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Additional recommended knowledge
Grande Baroque was designed by William s. Warren in 1941, – in his words – “To reflect the very essence of merriment and adventure, of artistic progress”
William s. Warren spent four years developing this pattern.
The Grande Baroque pattern was part four, of a six part pattern release,released from 1934-1950, by Wallace Silversmiths, called the “Third Dimension Beauty collection” all of them designed by William S. Warren. These patterns are called “three Dimension” because the design of these patterns, are apparent from the front, back, or profile.
Grand Baroque also was one of the five patterns, profiled in the book "Wallace Beauty Moods in Silver" written by William s. Warren in 1947, to discuss five of the six "Three Dimension" designs.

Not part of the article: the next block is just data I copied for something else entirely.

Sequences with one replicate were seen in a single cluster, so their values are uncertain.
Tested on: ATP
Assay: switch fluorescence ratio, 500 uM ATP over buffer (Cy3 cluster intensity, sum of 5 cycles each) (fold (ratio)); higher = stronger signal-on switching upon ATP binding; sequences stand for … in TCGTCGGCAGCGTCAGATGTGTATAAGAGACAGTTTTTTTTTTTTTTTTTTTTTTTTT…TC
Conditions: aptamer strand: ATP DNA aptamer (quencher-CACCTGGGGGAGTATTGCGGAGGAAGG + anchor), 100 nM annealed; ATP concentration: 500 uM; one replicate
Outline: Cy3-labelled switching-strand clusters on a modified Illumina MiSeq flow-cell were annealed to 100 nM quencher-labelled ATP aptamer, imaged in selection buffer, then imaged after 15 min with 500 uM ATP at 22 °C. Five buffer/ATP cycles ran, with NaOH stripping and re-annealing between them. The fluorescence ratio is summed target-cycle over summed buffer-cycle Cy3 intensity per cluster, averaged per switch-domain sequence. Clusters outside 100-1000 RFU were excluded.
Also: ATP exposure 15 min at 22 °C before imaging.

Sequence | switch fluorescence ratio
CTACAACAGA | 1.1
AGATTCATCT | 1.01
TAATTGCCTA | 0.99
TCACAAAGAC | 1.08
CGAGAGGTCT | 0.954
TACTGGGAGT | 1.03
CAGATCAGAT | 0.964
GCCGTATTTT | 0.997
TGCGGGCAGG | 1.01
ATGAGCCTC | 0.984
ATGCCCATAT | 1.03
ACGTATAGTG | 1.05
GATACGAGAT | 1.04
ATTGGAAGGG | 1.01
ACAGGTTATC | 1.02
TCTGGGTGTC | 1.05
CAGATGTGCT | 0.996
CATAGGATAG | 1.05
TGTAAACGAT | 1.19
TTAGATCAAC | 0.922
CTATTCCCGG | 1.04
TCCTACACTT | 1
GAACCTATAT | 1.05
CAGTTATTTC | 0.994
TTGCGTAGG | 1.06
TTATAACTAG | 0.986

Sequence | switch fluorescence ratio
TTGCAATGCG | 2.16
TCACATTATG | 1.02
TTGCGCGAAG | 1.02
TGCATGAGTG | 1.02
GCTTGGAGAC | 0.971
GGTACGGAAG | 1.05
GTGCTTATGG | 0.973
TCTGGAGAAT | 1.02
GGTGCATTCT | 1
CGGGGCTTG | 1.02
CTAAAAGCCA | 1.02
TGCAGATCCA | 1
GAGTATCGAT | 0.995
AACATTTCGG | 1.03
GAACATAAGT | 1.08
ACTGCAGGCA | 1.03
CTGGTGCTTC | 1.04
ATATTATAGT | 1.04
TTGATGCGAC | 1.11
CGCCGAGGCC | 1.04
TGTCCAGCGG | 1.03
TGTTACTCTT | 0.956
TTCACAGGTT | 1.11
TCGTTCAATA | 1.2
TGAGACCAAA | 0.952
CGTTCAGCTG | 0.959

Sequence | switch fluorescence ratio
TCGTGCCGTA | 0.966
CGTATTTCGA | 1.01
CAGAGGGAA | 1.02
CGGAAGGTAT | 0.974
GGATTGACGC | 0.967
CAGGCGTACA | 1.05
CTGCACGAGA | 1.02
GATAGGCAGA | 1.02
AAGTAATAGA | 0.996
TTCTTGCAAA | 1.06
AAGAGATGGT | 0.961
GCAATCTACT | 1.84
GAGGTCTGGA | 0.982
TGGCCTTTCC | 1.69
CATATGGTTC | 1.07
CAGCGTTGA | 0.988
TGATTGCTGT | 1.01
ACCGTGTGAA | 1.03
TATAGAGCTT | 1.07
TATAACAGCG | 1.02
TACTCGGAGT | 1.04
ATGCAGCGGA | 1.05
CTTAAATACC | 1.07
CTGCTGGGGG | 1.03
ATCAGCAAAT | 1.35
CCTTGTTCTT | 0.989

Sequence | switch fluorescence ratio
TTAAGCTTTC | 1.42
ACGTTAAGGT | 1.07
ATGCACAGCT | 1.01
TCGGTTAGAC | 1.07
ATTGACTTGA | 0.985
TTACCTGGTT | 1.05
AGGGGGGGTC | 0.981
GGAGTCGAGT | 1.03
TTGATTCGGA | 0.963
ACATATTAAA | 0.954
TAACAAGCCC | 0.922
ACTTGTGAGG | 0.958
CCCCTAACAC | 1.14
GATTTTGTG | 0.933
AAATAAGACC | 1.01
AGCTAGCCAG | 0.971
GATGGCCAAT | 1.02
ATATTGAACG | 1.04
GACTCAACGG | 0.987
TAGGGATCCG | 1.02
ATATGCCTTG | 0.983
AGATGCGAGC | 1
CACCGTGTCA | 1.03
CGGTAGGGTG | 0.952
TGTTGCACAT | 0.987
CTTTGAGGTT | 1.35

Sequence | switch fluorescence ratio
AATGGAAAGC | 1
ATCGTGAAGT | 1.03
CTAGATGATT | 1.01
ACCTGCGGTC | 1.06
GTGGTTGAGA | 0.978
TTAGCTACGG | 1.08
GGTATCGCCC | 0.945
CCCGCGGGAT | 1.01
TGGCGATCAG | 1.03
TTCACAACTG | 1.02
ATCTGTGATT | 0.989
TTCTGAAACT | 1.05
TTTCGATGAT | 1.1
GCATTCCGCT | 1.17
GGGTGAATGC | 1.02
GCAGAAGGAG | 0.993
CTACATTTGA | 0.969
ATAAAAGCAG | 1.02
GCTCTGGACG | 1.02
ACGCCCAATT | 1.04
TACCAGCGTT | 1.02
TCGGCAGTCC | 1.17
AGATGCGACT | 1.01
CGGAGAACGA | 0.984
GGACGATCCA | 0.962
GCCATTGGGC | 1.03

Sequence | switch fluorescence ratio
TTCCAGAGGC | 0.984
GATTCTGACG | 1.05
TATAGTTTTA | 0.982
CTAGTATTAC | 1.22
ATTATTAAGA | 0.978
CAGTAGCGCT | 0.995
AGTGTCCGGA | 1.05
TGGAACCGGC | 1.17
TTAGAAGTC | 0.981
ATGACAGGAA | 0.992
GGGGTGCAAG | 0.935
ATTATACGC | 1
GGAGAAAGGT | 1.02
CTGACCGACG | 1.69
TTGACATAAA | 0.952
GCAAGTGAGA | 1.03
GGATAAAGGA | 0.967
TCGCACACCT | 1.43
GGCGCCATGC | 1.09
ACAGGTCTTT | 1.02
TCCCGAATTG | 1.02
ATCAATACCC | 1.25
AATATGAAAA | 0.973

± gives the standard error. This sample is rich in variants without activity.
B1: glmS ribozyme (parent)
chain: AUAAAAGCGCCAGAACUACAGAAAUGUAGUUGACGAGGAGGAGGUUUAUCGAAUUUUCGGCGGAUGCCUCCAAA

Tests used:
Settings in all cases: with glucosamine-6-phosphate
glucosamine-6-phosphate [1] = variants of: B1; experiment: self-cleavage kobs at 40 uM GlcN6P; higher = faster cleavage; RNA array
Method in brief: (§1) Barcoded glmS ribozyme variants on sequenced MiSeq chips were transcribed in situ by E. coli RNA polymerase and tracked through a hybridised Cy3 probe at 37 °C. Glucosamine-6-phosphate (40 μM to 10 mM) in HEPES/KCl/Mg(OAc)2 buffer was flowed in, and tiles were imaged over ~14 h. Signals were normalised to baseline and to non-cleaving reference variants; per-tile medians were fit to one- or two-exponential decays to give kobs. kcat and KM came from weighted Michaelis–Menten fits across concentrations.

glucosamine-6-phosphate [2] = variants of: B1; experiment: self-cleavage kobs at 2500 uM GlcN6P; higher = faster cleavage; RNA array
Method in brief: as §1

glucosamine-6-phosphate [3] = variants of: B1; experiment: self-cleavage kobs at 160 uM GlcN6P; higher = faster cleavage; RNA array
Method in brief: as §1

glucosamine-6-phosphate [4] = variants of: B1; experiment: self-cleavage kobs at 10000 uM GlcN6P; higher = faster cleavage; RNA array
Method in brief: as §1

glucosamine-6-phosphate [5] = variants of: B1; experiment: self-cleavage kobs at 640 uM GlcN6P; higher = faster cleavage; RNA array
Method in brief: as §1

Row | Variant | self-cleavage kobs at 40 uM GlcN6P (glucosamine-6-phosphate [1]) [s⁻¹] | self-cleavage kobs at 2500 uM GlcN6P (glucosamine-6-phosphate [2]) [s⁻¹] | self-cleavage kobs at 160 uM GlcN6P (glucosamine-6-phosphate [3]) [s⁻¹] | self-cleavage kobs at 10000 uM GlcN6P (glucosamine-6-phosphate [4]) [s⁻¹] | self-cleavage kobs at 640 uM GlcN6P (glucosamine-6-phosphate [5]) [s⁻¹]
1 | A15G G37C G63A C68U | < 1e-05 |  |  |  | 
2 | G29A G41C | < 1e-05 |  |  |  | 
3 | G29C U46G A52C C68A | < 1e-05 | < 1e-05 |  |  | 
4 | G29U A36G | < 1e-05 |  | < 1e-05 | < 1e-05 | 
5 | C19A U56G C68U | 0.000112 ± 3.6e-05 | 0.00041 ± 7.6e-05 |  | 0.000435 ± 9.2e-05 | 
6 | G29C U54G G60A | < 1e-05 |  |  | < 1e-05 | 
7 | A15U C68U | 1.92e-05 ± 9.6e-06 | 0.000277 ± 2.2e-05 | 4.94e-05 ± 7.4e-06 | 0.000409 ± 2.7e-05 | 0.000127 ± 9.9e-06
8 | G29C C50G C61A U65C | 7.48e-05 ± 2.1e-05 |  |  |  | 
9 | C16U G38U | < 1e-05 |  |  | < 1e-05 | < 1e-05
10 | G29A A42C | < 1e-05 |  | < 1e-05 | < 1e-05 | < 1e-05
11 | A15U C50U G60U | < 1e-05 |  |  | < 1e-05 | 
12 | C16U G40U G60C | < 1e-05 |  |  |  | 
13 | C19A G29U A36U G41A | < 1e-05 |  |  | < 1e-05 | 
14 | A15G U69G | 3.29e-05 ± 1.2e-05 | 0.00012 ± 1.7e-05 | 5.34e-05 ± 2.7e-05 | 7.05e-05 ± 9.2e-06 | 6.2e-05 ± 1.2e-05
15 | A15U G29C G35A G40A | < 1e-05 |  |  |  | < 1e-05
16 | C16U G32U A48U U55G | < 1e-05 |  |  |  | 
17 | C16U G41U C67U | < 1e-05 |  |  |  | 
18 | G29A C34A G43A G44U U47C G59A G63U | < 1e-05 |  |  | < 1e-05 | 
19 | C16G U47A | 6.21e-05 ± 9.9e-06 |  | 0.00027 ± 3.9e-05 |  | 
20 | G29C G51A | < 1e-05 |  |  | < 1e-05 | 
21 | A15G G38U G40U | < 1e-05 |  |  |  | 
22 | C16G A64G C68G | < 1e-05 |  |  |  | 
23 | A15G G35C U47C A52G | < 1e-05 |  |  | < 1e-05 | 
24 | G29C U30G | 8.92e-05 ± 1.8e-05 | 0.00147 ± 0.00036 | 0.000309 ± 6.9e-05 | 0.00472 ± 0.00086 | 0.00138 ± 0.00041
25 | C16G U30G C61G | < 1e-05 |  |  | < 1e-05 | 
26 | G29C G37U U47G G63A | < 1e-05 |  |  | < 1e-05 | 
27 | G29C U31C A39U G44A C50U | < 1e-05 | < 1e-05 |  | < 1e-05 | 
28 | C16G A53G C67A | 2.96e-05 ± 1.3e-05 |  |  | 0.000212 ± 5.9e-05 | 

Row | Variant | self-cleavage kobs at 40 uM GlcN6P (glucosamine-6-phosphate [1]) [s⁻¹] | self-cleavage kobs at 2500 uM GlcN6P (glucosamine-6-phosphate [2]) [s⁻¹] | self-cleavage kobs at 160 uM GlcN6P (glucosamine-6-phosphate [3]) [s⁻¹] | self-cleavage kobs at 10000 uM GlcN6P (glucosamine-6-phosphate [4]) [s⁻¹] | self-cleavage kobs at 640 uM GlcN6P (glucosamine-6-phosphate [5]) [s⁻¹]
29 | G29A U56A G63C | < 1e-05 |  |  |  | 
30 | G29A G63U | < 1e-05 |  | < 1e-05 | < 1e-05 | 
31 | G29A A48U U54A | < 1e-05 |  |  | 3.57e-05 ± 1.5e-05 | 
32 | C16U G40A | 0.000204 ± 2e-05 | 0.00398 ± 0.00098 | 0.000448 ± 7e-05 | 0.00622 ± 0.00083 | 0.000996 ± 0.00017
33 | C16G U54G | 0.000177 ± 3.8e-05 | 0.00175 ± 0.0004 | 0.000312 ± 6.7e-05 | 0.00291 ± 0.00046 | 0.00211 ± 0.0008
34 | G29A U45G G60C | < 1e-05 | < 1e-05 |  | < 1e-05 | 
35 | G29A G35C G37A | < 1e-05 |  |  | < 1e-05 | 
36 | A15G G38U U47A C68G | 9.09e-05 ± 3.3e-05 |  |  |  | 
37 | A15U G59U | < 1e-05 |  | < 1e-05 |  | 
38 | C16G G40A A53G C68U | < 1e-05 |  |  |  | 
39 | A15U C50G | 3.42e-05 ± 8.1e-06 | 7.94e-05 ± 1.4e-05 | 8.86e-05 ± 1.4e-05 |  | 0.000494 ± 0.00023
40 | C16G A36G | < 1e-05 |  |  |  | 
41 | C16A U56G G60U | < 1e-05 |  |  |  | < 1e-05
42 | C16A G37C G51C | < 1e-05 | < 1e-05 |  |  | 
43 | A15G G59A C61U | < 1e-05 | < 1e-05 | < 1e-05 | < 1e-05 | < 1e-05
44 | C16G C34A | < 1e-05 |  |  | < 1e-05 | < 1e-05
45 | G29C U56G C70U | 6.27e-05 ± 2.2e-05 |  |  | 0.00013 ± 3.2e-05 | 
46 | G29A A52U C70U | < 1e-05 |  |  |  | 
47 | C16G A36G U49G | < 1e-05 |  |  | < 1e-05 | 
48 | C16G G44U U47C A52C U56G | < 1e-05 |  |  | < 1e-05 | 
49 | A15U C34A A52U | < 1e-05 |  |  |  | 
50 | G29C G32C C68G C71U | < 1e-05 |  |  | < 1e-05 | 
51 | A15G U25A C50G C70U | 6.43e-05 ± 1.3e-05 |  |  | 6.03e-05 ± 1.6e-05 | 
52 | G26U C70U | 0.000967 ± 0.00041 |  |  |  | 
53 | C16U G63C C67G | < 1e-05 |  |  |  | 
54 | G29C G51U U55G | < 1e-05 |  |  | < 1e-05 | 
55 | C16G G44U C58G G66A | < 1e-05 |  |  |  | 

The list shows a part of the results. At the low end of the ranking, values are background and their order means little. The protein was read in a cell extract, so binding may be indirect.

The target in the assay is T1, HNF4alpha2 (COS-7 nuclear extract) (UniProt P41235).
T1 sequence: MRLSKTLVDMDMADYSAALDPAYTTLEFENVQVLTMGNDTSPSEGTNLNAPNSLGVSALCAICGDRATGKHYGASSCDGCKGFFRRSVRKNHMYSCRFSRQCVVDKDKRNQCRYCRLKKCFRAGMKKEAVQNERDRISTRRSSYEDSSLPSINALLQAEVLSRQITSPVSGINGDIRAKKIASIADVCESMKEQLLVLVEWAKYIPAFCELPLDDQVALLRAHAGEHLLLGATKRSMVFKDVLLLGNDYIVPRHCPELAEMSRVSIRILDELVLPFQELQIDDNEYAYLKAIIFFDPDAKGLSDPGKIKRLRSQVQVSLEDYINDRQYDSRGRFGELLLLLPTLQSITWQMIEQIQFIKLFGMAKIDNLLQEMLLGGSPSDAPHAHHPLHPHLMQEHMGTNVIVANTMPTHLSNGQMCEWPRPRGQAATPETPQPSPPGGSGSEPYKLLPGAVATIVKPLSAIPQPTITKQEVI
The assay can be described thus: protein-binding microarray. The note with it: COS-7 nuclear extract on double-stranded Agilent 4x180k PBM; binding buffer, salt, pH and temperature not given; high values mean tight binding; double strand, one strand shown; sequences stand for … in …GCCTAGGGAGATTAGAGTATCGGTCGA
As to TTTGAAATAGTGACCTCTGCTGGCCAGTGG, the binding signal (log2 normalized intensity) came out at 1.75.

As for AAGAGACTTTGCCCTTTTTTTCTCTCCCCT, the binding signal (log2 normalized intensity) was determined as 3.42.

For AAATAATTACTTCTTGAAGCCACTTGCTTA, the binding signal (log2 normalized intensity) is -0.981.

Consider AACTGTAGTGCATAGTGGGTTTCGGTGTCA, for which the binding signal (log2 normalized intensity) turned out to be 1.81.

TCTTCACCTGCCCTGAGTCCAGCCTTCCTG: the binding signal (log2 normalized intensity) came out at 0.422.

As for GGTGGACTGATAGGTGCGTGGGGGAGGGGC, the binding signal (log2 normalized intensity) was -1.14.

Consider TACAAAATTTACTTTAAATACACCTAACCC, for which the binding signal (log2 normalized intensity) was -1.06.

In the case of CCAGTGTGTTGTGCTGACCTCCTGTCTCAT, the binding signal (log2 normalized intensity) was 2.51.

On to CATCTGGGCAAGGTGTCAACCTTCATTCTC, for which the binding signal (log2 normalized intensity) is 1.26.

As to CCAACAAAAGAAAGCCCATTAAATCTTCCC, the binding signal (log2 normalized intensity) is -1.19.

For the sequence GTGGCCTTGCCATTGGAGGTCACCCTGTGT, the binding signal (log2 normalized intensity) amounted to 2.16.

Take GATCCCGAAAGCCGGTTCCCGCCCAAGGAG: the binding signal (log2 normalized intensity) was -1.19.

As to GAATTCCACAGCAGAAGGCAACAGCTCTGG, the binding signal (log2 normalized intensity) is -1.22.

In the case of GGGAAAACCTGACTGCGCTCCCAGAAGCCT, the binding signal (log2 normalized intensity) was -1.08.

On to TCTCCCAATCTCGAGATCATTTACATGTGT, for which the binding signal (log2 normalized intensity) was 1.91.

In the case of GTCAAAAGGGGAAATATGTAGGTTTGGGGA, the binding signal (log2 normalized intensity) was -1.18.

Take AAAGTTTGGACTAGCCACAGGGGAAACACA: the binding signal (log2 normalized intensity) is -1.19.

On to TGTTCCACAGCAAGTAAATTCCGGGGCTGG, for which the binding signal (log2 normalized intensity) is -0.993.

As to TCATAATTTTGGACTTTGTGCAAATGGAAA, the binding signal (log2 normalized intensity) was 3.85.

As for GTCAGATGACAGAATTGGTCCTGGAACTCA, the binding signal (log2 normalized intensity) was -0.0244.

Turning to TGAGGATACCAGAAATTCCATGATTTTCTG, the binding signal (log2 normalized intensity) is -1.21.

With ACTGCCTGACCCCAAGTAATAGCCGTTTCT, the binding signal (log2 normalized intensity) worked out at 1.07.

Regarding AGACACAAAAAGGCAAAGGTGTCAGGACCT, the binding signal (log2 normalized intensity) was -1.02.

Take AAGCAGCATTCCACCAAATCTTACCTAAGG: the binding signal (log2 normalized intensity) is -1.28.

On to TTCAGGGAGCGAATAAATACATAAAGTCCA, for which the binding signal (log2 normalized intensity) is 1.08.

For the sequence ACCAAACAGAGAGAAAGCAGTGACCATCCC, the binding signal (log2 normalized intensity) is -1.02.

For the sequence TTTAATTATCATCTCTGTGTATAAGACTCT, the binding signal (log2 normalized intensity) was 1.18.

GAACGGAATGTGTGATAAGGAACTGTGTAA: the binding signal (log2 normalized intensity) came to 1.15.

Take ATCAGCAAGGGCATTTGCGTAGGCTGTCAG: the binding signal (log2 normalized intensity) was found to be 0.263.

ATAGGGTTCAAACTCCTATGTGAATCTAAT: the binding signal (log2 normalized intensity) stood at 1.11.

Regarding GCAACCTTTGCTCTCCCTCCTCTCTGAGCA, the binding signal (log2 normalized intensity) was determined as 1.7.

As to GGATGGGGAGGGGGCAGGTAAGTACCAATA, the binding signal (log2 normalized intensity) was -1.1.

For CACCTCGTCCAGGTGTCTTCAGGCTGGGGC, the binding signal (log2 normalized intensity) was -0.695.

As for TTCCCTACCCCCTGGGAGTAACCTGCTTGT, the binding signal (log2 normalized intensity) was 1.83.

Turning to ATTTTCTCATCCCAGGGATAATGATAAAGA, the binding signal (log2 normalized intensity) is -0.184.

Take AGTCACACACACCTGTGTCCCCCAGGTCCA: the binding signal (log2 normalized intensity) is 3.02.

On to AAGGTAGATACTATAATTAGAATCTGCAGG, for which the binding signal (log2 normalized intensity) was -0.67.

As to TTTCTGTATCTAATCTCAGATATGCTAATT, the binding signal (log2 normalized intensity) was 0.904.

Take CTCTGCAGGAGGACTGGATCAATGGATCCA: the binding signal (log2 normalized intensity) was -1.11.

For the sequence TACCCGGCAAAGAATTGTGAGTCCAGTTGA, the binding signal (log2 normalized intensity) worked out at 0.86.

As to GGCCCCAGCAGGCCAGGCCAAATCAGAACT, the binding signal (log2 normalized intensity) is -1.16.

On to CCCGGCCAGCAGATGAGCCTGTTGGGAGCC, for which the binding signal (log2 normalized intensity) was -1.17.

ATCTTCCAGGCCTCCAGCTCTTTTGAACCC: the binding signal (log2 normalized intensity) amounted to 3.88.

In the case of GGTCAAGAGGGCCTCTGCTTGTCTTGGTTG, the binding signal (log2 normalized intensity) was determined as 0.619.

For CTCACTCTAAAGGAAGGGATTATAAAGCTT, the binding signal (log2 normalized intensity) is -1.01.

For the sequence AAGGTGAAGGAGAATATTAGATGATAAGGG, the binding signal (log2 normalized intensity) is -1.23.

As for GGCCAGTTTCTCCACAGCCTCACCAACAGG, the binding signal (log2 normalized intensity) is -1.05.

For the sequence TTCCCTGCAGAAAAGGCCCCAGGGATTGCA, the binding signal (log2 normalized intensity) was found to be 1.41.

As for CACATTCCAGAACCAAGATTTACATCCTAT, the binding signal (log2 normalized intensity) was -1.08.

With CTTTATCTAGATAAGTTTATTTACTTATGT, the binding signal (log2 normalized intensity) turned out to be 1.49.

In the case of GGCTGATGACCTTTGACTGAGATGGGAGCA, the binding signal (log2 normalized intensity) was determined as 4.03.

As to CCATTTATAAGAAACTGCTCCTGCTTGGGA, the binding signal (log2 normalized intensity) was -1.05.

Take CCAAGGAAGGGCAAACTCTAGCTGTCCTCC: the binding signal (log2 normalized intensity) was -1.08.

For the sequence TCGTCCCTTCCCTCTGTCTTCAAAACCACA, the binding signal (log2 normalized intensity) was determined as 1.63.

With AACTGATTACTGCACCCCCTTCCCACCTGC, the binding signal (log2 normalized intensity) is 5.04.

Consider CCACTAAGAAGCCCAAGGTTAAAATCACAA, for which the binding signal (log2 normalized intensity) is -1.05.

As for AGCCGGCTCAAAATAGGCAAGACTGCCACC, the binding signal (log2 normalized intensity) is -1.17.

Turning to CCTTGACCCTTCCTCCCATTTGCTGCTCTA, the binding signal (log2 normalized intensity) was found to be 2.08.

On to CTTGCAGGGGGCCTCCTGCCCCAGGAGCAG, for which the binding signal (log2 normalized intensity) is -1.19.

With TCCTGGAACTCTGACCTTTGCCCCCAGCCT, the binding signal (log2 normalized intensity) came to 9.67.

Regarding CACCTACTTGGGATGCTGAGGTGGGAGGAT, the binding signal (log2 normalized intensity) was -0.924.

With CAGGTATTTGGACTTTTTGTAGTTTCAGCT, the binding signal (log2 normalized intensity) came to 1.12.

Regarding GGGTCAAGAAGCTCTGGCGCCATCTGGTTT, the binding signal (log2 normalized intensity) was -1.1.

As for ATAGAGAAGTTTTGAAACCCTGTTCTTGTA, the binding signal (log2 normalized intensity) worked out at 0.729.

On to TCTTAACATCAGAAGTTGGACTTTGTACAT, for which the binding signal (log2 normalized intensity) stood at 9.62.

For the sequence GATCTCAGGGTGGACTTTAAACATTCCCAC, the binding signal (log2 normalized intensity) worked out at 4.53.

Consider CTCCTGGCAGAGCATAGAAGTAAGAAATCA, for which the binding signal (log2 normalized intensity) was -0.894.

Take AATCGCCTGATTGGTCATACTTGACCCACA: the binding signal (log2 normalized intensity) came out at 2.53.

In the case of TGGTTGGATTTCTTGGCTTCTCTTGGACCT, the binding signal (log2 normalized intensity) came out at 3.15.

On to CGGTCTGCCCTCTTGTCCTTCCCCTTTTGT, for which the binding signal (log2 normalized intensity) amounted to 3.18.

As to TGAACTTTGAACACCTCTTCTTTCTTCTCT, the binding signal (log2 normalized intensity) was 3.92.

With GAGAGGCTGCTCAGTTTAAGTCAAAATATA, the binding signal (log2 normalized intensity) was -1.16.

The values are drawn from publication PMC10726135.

The design crowned by the acanthus leaf (acanthus leaf), includes classic symbols of the Renaissance period, five petaled flowers on the spoons, a narcissus on the forks, and a rose on the knives.
The Grande Baroque flatware is produced by Wallace Silversmiths.
Originally conceived as only a flatware pattern, hollow ware was soon added to the line. As the demand for this pattern increased, a Golden Grand Baroque was introduced.
Besides the traditional place settings in lunch, dinner, and Continental size, there are now over a hundred flatware pieces in this pattern.
|This article is licensed under the GNU Free Documentation License. It uses material from the Wikipedia article "Grande_Baroque". A list of authors is available in Wikipedia.|